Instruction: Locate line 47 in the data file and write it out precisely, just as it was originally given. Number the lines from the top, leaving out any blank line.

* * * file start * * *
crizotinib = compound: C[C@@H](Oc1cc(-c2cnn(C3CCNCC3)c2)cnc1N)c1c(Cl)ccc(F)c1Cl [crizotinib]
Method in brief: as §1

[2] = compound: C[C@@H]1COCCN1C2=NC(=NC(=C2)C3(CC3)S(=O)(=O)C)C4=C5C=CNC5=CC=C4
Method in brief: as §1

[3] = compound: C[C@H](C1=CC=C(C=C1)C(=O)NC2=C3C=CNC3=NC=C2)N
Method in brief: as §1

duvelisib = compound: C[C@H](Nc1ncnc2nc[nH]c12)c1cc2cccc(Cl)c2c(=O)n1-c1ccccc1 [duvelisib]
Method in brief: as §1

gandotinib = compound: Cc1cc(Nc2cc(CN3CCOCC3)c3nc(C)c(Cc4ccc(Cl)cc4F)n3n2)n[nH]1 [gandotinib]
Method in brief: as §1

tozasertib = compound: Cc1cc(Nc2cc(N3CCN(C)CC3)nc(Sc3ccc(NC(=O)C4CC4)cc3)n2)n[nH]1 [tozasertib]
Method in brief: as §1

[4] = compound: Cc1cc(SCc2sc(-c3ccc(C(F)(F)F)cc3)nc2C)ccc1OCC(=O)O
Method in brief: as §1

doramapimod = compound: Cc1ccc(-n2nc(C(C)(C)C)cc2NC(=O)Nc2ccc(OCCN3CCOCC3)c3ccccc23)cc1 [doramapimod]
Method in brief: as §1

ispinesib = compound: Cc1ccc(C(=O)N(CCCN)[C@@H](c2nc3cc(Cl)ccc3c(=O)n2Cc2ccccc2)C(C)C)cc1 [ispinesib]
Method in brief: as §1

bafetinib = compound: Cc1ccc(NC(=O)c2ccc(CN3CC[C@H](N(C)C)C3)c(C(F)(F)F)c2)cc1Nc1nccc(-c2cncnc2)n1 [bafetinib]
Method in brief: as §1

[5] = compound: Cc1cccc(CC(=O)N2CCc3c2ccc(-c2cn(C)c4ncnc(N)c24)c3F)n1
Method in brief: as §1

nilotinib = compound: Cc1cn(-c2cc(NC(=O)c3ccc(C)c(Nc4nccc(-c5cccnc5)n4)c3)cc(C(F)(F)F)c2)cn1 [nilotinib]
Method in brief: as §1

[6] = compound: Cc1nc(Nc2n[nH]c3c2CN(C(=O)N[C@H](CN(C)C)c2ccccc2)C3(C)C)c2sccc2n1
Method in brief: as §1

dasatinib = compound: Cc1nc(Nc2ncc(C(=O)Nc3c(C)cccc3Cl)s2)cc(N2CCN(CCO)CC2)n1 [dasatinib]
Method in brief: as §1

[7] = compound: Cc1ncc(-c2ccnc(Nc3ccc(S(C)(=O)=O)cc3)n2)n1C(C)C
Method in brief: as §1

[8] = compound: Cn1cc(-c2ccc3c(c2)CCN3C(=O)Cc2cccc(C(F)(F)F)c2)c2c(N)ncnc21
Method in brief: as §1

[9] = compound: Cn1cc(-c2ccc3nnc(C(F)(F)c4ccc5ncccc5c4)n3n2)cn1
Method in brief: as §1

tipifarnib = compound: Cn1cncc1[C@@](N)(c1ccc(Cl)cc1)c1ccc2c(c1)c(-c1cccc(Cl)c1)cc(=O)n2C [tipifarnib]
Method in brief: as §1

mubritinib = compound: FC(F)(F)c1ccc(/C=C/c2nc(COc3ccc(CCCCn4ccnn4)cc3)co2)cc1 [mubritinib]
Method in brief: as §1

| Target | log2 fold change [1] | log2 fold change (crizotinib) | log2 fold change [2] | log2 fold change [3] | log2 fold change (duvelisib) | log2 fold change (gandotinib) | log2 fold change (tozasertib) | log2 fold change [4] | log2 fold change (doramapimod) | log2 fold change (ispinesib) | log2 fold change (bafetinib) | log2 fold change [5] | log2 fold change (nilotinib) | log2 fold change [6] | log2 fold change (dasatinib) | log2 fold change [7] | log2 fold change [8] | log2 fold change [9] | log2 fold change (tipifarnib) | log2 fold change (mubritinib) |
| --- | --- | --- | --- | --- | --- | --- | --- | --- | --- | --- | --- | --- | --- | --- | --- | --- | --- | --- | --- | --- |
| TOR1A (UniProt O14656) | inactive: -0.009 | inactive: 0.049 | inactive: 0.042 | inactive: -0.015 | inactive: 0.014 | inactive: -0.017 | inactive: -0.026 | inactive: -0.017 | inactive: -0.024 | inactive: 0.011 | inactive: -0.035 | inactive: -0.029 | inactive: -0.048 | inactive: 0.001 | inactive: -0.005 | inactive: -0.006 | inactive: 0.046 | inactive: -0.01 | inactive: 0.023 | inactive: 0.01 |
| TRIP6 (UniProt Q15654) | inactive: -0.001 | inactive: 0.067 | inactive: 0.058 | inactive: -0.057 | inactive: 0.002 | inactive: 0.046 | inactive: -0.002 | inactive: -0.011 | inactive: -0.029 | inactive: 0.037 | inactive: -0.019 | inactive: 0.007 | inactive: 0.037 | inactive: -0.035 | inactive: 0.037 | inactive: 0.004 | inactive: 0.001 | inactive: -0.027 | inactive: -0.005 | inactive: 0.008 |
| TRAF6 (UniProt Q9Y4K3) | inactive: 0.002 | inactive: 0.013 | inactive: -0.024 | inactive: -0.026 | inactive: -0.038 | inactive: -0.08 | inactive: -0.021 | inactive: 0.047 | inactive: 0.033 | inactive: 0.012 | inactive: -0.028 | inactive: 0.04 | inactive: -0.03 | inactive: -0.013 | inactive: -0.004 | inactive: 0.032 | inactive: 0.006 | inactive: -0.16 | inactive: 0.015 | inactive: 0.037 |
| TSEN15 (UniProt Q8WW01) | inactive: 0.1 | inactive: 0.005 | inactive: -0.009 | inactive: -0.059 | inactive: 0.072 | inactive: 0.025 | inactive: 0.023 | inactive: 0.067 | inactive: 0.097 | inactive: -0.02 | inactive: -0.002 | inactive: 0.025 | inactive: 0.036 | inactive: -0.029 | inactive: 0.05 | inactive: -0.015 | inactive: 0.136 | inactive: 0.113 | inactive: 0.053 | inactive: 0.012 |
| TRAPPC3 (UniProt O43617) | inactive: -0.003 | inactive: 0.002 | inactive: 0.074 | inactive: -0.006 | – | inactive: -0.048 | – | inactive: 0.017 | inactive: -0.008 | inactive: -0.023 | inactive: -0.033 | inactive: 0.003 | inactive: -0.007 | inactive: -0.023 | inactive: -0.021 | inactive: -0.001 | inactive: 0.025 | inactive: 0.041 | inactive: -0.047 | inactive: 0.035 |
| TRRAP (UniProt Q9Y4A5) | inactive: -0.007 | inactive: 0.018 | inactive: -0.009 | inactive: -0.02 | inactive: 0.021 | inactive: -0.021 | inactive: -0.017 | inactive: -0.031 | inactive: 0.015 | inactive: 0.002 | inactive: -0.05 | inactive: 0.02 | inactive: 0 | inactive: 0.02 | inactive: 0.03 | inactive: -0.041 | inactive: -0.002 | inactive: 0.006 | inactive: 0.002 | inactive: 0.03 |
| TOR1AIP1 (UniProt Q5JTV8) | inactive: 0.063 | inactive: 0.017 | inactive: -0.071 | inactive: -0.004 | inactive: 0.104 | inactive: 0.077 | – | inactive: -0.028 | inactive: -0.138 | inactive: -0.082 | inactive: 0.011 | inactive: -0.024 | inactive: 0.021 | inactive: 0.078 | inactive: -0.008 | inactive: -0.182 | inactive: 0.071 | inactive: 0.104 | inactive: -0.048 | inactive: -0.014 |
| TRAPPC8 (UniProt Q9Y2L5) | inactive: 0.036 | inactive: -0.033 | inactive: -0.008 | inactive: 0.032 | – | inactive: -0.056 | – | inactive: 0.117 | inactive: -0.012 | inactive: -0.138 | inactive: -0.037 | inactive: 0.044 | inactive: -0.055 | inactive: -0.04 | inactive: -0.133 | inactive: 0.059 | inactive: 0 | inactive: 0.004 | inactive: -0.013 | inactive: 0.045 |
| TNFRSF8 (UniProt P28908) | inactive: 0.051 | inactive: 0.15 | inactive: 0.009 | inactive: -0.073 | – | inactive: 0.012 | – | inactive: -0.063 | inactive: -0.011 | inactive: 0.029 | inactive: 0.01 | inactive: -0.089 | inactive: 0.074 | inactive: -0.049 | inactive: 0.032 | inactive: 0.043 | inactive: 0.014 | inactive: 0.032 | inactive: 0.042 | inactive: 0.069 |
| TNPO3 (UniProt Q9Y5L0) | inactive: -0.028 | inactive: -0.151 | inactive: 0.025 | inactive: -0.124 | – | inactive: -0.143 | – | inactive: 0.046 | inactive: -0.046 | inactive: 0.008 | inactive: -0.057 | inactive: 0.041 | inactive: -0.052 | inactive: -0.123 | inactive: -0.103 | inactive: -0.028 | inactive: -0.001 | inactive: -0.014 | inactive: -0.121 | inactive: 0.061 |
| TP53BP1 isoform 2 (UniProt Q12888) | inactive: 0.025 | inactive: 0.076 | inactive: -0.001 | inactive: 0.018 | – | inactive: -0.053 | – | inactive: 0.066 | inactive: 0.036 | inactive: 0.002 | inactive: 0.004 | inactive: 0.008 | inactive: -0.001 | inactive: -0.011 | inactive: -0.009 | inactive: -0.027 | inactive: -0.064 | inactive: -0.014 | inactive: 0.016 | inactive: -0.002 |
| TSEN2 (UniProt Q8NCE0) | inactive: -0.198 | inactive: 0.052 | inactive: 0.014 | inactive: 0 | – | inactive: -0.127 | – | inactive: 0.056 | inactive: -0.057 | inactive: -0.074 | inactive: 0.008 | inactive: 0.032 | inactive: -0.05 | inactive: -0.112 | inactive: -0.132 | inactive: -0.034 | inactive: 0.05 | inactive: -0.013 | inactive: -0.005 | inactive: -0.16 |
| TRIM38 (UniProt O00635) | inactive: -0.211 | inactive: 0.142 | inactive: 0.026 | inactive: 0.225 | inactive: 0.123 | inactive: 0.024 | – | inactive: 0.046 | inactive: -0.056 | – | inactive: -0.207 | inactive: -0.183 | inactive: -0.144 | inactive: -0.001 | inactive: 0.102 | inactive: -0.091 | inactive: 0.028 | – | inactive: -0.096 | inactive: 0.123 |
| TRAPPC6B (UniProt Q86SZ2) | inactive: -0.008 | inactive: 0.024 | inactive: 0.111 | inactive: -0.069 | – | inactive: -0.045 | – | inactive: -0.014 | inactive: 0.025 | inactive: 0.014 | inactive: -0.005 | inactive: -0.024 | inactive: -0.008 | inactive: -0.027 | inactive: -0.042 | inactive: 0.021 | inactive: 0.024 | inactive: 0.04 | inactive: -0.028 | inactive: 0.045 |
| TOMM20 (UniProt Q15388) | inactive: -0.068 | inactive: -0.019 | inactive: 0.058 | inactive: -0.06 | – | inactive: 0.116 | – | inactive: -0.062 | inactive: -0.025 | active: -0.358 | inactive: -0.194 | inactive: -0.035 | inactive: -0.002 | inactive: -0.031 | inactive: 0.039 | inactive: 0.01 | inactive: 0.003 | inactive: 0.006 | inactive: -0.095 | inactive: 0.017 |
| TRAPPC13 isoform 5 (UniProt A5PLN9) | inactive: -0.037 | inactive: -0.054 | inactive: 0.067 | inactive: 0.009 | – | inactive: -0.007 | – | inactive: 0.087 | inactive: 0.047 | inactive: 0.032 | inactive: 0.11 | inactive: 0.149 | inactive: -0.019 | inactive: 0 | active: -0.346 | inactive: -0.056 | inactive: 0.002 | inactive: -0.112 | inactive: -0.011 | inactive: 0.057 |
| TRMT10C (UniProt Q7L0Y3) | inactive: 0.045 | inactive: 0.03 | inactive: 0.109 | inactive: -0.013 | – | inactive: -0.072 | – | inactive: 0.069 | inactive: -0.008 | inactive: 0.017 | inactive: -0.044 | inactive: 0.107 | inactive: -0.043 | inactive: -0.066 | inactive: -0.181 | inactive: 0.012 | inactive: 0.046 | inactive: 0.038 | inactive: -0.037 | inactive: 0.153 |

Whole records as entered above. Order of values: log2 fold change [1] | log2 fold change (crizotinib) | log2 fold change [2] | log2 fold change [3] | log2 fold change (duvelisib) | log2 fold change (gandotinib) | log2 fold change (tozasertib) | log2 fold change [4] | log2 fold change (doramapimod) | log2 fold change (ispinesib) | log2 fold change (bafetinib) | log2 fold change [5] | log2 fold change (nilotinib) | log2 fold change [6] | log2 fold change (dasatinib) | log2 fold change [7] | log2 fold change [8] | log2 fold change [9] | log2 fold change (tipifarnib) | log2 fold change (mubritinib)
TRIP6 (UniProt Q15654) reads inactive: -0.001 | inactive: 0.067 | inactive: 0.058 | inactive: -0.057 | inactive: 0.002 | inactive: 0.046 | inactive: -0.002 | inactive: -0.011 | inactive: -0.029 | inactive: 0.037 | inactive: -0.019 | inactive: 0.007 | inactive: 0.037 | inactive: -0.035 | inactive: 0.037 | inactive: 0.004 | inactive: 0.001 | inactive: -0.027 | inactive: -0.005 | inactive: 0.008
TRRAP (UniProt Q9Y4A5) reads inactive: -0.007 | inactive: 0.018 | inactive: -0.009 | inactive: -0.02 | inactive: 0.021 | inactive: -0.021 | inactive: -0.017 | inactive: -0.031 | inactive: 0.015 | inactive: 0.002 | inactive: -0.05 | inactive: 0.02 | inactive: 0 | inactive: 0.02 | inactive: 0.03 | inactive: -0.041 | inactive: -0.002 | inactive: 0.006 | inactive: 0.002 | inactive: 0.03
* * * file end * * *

| TOR1AIP1 (UniProt Q5JTV8) | inactive: 0.063 | inactive: 0.017 | inactive: -0.071 | inactive: -0.004 | inactive: 0.104 | inactive: 0.077 | – | inactive: -0.028 | inactive: -0.138 | inactive: -0.082 | inactive: 0.011 | inactive: -0.024 | inactive: 0.021 | inactive: 0.078 | inactive: -0.008 | inactive: -0.182 | inactive: 0.071 | inactive: 0.104 | inactive: -0.048 | inactive: -0.014 |